9. ‘MACK THE KNIFE’ – Composer, Kurt Weill, was a Berlin resident when he composed this 1920 Jazz classic. It tells the ‘gory story’ of a notorious multi-murderer Mack (the knife). Tenor, Laurie Pegrum.
  10. SHOW BOAT’ MEDLEY
    (i) ‘Can’t help Loving that man’
    (ii) ‘Old man River’
    Showboat was one of the very first musicals ever to grace Broadway.
    Jerome Kern wrote it back in 1927 and its challenging themes of tough love, racism and alcoholism make ‘Showboat’ especially relevant for contemporary audiences. featuring: Pam Frith & Phil Angus.
  11. ‘ANYTHING GOES’ – In this 1934 lyric, Cole Porter reflects on the decline in social values in which almost ‘Anything Goes!’
  12. ‘I’M BEGINNING TO SEE THE LIGHT’– The famous band leader, Duke Ellington takes us into the pre-war ‘big band swing era’ of 1944.
  13. ‘LOVE ME TENDER’– The 1950’s Rock ’n’ Roll destroyed the big bands almost overnight. It heralded ‘hip-wiggling’ songs like ‘Jailhouse Rock’ but Elvis Presley also loved to sing ballads like ‘Love Me Tender’. This song was adapted from the tune of ‘Aura Lee’ a sentimental American Civil War ballad from a century before.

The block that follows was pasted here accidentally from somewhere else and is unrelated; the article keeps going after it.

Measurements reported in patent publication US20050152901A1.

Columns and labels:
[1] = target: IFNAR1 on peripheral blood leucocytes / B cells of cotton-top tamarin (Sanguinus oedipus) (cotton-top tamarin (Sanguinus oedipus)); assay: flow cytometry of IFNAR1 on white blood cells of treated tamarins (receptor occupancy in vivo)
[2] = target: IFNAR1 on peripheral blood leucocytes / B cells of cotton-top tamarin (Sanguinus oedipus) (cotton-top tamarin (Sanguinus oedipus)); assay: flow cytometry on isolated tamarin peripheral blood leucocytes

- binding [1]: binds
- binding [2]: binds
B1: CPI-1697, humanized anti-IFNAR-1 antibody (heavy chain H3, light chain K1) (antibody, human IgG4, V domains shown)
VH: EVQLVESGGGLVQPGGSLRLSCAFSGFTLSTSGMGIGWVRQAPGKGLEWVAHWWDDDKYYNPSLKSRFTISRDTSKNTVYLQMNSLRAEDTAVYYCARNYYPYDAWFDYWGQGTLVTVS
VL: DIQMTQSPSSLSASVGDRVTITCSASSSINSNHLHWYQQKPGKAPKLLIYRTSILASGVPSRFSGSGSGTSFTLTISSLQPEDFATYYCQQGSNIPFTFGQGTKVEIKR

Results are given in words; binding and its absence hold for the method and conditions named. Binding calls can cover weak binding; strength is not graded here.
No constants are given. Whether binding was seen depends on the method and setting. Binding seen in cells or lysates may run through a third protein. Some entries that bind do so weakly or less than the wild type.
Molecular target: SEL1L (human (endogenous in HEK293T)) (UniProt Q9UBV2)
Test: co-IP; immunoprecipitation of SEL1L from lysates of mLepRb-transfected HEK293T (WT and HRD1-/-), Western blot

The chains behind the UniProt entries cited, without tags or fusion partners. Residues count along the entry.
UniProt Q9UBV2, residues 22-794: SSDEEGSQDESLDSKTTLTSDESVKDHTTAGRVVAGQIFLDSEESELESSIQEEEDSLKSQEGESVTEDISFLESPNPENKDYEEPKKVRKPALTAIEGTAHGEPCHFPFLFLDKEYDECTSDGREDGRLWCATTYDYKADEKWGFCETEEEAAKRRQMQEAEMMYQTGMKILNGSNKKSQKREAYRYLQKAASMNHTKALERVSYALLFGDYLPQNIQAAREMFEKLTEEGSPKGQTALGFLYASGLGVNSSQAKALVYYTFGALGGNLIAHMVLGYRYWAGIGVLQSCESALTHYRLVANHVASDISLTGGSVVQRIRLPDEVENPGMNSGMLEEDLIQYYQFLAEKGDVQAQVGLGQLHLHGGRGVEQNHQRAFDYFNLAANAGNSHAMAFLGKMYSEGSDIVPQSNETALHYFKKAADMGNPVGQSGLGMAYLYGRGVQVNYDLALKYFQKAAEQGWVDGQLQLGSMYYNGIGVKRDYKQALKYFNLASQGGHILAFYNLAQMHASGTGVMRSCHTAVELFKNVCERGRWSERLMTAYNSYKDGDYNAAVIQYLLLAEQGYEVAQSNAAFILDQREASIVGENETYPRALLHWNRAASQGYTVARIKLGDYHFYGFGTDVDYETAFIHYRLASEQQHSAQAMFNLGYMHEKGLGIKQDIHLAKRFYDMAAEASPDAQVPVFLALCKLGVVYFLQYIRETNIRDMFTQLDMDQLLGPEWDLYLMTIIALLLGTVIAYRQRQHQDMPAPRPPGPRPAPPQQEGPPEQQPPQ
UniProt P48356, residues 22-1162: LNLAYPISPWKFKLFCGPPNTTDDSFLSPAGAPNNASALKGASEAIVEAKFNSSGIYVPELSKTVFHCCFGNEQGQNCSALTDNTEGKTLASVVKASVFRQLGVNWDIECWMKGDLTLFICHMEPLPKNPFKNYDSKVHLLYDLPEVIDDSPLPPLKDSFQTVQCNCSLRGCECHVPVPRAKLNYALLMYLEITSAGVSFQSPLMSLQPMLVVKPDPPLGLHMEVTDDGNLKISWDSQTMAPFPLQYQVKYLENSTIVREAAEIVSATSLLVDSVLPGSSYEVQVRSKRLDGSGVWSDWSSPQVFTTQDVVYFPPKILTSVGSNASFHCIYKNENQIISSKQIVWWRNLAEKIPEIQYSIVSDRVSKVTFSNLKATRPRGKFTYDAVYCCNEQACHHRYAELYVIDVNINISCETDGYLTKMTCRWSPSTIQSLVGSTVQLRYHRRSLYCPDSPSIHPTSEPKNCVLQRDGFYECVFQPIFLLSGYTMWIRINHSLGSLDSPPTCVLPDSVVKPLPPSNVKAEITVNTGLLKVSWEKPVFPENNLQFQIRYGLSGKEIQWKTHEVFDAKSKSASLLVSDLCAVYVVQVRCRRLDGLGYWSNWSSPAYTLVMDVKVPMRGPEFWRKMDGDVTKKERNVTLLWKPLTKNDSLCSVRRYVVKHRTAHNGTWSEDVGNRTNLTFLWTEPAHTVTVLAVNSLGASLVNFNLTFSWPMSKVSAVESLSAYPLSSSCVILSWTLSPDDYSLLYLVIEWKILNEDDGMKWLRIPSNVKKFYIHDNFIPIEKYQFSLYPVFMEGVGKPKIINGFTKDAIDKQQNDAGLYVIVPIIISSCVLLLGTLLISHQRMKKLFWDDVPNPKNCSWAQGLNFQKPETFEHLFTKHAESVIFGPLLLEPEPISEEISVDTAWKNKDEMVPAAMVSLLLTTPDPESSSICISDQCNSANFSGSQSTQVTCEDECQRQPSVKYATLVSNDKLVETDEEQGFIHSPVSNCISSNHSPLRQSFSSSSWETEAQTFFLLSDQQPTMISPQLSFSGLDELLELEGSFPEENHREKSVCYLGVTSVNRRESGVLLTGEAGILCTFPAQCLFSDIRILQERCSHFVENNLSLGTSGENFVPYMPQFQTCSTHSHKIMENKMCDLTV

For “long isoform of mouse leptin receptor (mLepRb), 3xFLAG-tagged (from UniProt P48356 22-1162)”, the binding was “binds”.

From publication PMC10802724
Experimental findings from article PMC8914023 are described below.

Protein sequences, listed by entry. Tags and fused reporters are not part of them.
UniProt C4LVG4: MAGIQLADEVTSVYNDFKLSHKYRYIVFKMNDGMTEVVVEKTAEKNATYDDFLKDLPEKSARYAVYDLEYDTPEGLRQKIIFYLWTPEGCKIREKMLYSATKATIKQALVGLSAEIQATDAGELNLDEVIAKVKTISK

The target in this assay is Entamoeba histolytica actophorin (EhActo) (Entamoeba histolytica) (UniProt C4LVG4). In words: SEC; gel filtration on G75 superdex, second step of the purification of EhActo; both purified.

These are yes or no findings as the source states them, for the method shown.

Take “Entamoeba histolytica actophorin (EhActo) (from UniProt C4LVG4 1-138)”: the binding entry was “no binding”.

14. BEATLES MEDLEY- 1960’s & 70’s
    (i) ‘She Loves You!’
    (ii) ‘If I Fell’
    When the Brit’s invaded the American pop world of the early 1960’s it soon became clear that nothing would ever be the same again…..a new era was born in Liverpool!!
  15. U.S. DISCO – 1980’s Fans of the musical film ‘Grease’ will all know the hit song that defined an era, ‘Summer Nights’. Tonight we had our own Olivia N-J & John T in Kathleen Gray & Richard Blandford.
  16. ‘MEMORY’ – Andrew Lloyd Webber burst onto the musical scene with ‘Joseph’ in 1965 and seemed unstoppable into the 1990’s – a truly British phenomenon. Josie O’Driscoll sang the theme song from ‘Cats’.
  17. ‘THANK YOU FOR THE MUSIC’ The Swedish pop group Abba took the musical world by storm in 1974 by winning the Eurovision song contest. Benny and Bjorn penned ‘Thank you for the music’ in 1977 but released it as a single in 1983.
    Jo Skelton will entertain you with her version of this great Abba anthem.
  18. ‘CANDLE IN THE WIND’ Another song originally written and released in 1973 but revisited in 1997 by Elton John’s tribute to his good friend, the people’s princess Lady Diana.  Sung tonight by Laurie Pegrum.
  19. ‘JUST AROUND THE RIVER BEND’…..another princess story……. After the enormous success of ‘The Lion King’ (1994), Disney’s animators turned for inspiration to the life of Pocahontas the American Indian princess. In our arrangement of the beautiful main theme we had solos from: Wendy Rodwell & Laurie Pegrum.
  20. THAT’S ENTERTAINMENT – reprise.
    Our finale was a reprise of Arthur Schwartz & Howard Dietz which opened our show tonight. To quote a line from its lyric: …. ‘as we sing this finale, we hope it was up your alley’….and we DO hope our entertainment HAS truly been ‘up your alley’ by featuring some of your favourite hits from the enormously rich heritage of songs from both stage and screen.